Doctors Warn That Some Topical Herbal Remedies Can Negatively Affect Breast Cancer Treatment
Natural remedies can help ease side effects and symptoms of a variety of illnesses. However, it’s important to let your doctor know what you’re taking, as certain herbal treatments can interfere with medications.
This is especially true if you’re using herbal remedies to treat skin cancer that has metastasized to the skin, research out of Portugal shows.
Around 5% of all tumors (that aren’t skin cancer) can metastasize to the skin. However, breast cancer is the most likely of all cancers to spread to the skin. It occurs in about 20% of metastatic breast cancer cases.
Doctors are warning patients with metastatic breast cancer that using topical treatments with herbs like turmeric, ginseng, ginger, and garlic will likely do more harm than good. They can actually slow down healing of the lesions.
Complementary treatments can be okay in some cases, but it’s crucial to discuss it with your doctor first.
Professor Maria Joao Cardoso is a breast surgeon who presented her findings about how herbal remedies interact with breast cancer treatment at the Advanced Breast Cancer Fifth International Consensus Conference (ABC5) in Lisbon, Portugal.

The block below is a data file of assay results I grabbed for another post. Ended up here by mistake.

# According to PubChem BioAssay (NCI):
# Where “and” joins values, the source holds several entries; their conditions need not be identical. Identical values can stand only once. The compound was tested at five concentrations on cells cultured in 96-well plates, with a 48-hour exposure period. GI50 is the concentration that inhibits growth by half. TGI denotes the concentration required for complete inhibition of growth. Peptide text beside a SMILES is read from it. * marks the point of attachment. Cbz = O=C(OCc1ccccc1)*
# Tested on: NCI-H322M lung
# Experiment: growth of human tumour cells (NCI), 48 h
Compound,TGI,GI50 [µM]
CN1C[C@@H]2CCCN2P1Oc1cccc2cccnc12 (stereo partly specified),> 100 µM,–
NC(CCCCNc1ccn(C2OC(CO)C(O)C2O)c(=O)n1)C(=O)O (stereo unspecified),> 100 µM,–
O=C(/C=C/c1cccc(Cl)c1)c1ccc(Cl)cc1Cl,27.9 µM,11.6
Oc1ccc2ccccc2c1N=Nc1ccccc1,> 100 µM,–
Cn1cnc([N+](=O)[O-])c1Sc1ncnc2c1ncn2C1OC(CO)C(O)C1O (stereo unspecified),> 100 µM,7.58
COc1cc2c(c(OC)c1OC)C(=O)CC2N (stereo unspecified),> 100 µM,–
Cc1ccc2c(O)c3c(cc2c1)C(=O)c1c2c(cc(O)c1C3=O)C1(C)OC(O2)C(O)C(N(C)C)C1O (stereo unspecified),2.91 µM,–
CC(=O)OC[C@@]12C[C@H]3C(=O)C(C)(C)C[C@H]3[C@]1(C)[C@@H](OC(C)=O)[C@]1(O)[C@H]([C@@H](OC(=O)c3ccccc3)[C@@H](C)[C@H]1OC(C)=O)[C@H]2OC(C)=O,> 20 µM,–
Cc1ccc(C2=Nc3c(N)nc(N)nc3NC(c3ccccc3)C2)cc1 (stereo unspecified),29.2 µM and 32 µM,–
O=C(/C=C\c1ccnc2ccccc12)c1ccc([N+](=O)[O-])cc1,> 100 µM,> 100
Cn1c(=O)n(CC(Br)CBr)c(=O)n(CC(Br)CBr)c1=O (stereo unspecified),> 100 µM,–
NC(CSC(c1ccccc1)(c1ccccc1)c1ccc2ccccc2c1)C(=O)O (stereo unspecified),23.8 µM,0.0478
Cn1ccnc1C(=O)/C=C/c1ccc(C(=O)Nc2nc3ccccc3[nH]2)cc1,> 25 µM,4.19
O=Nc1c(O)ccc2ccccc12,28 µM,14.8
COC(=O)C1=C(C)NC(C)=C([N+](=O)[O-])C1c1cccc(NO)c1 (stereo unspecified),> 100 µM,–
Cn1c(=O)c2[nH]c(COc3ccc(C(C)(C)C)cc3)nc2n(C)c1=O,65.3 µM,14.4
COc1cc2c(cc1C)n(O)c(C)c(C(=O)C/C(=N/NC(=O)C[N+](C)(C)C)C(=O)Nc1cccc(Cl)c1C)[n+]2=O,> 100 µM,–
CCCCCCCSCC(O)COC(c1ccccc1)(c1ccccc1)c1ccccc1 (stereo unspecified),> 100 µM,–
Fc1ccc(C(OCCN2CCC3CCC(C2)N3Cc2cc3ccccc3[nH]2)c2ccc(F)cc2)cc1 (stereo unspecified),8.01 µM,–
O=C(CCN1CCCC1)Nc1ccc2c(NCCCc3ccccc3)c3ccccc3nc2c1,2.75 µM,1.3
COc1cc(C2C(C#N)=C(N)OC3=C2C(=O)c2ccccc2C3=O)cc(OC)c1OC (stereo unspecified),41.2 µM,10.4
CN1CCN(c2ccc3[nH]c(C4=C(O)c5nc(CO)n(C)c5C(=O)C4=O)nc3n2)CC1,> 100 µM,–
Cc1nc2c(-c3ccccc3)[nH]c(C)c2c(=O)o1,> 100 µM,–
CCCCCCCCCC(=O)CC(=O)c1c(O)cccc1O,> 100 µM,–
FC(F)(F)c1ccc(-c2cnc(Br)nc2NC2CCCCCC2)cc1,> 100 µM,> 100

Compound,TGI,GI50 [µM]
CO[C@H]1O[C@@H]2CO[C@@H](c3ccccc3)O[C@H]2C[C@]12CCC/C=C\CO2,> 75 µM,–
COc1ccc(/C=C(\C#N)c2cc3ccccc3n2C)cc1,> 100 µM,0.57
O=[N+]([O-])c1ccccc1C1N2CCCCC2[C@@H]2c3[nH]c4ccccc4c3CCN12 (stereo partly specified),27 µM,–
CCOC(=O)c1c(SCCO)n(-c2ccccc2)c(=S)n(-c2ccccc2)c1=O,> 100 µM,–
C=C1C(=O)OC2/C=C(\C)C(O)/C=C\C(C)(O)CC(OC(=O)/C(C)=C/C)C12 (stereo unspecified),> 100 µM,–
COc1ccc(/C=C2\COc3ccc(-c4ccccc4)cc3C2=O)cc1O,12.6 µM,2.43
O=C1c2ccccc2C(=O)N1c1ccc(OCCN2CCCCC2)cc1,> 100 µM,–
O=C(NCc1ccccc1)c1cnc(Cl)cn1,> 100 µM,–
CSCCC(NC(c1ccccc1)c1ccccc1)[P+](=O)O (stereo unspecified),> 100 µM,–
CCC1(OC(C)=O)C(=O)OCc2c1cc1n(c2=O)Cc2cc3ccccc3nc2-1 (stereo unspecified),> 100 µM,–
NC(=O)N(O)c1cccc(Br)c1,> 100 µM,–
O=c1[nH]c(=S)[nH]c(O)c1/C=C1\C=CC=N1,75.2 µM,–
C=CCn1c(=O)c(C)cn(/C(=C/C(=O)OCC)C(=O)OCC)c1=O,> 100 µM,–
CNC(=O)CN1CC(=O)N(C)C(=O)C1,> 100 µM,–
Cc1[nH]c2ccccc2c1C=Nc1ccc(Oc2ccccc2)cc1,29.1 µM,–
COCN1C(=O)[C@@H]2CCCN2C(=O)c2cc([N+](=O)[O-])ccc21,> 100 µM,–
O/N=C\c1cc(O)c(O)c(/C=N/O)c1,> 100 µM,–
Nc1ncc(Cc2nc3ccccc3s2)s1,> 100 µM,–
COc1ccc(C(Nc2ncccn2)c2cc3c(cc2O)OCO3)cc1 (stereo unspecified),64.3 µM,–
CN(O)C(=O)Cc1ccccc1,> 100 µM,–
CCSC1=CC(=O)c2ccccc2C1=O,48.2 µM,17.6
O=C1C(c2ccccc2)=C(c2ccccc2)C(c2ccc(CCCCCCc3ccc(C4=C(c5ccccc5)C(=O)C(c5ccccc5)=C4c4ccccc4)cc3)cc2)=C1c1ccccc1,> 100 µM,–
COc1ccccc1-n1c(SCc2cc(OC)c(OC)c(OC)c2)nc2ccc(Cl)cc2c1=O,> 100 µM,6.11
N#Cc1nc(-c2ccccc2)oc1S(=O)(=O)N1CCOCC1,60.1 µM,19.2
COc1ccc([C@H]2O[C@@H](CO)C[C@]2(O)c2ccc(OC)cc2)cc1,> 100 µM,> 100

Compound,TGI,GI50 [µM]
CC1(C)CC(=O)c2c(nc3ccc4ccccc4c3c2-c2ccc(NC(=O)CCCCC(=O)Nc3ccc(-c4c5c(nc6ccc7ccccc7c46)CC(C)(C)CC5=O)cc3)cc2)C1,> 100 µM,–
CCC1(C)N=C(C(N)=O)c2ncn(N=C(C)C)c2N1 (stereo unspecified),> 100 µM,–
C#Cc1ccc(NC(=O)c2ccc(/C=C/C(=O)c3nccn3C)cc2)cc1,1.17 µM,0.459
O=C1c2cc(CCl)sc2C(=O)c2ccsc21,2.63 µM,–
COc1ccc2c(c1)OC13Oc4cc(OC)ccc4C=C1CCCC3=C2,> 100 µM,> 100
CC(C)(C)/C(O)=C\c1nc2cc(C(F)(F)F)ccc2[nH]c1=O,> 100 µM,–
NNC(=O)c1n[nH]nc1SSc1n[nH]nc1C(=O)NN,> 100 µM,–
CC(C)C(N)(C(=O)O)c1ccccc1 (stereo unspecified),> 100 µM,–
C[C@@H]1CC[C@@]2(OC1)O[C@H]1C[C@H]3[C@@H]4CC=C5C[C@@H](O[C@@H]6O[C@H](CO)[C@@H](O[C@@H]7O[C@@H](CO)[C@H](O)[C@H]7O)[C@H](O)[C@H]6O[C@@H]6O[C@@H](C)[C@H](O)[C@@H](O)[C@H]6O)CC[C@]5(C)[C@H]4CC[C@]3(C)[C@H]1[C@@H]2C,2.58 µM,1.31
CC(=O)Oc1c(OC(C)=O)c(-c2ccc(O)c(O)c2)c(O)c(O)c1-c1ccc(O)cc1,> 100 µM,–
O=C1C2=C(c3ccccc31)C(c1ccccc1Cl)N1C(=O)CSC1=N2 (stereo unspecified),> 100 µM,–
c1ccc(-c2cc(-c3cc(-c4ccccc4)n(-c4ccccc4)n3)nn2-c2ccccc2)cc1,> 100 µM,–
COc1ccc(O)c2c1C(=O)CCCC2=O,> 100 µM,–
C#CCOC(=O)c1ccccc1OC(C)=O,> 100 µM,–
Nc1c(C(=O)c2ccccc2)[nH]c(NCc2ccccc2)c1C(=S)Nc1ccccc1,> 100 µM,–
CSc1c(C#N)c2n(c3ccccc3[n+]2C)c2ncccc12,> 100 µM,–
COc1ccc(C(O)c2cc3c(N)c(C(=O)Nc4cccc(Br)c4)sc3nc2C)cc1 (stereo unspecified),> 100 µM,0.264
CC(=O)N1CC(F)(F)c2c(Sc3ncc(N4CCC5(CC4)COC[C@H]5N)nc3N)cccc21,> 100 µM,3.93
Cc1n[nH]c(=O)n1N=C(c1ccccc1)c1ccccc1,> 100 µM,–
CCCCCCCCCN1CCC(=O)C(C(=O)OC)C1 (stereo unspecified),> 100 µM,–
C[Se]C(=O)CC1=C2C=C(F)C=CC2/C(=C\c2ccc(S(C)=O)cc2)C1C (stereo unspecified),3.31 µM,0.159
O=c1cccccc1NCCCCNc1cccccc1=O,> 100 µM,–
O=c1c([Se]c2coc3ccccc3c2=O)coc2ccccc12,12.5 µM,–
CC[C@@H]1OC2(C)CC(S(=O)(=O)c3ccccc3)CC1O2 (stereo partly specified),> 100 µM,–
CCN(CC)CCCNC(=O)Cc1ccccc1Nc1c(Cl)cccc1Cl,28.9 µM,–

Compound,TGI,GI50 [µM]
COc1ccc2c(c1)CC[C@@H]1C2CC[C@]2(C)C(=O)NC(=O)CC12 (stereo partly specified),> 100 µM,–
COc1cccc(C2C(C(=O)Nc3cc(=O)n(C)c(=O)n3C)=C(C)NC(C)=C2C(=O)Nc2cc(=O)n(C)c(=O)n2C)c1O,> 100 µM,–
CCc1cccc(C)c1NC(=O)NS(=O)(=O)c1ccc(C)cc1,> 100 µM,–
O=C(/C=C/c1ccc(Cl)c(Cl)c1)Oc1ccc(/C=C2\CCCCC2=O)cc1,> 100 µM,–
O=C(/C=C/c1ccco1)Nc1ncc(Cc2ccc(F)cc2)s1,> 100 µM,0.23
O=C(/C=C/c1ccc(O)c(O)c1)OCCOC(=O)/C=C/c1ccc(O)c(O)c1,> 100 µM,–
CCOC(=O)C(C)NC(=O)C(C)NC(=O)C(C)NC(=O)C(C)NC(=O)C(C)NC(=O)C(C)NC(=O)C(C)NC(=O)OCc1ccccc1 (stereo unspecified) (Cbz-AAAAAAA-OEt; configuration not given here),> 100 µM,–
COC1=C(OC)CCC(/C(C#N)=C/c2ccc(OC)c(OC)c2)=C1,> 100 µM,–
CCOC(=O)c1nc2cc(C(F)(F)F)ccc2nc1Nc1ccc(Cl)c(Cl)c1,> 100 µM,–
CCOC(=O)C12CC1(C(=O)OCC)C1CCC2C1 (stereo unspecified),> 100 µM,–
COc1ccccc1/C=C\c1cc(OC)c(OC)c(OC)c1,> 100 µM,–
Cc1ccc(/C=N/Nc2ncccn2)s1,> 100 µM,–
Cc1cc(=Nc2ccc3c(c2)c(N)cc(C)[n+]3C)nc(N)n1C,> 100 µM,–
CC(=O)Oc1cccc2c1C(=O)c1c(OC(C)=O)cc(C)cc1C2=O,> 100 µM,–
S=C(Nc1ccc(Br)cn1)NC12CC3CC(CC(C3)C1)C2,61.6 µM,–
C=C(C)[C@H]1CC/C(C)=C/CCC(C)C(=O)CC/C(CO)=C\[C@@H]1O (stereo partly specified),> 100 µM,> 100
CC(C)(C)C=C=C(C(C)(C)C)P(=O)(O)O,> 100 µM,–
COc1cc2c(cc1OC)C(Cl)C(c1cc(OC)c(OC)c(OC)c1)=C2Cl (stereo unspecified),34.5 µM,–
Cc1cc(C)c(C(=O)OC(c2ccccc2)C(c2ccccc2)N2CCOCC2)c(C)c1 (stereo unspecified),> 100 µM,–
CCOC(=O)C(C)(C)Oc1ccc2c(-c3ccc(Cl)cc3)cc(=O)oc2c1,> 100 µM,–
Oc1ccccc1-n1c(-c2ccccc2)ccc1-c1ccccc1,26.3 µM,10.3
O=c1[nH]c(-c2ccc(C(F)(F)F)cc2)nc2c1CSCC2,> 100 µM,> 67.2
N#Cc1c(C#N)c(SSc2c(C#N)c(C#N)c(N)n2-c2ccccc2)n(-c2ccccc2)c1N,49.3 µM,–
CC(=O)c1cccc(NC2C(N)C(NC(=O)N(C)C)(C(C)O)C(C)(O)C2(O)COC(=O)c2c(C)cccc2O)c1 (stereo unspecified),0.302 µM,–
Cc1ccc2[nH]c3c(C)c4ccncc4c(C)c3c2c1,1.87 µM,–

“It’s very important that patients always check with their doctors first before trying complementary treatments for cancer that has spread to the skin,” Cardoso says. “Many patients do not check and do not tell their doctors that they are using complementary therapies.”
It’s common for patients to apply topical creams and treatments to cancerous skin lesions, as they can be uncomfortable and painful. However, herbal remedies only heal or control the wound in 50% of cases or fewer.
Topical herbal remedies can interfere with hormone therapy and chemotherapy, say researchers from Nova Medical School in Portugal, because these are systemic treatments that affect the whole body.
“Many compounds are complex and some ingredients can delay healing and interfere with the efficacy of ongoing systemic treatments,” Cardoso says.
Herbal remedies can interfere with blood clotting. If the lesion is actively bleeding, applying these types of treatments can delay healing and even exacerbate scarring.
Some herbal remedies that can adversely affect clotting include: green chiretta (Andrographis paniculata), feverfew (Tanacetum parthenium), garlic (Allium sativum), ginger (Zingiber officinalis), ginkgo (Ginkgo biloba), ginseng (Panax ginseng), hawthorn (Crataegus spp.), horse chestnut (Aesculus hippocastanum) and turmeric (Curcuma longa).
“These are just some examples,” said Cardoso. “The number of herbal products available is huge and the available evidence for their efficacy is nil.”
Gentle activities like yoga, acupuncture, and Reiki can aid in managing stress, and so can mindfulness and meditation, Cardoso says.
Talk to your doctor if you are considering using herbal remedies to complement your current breast cancer treatment.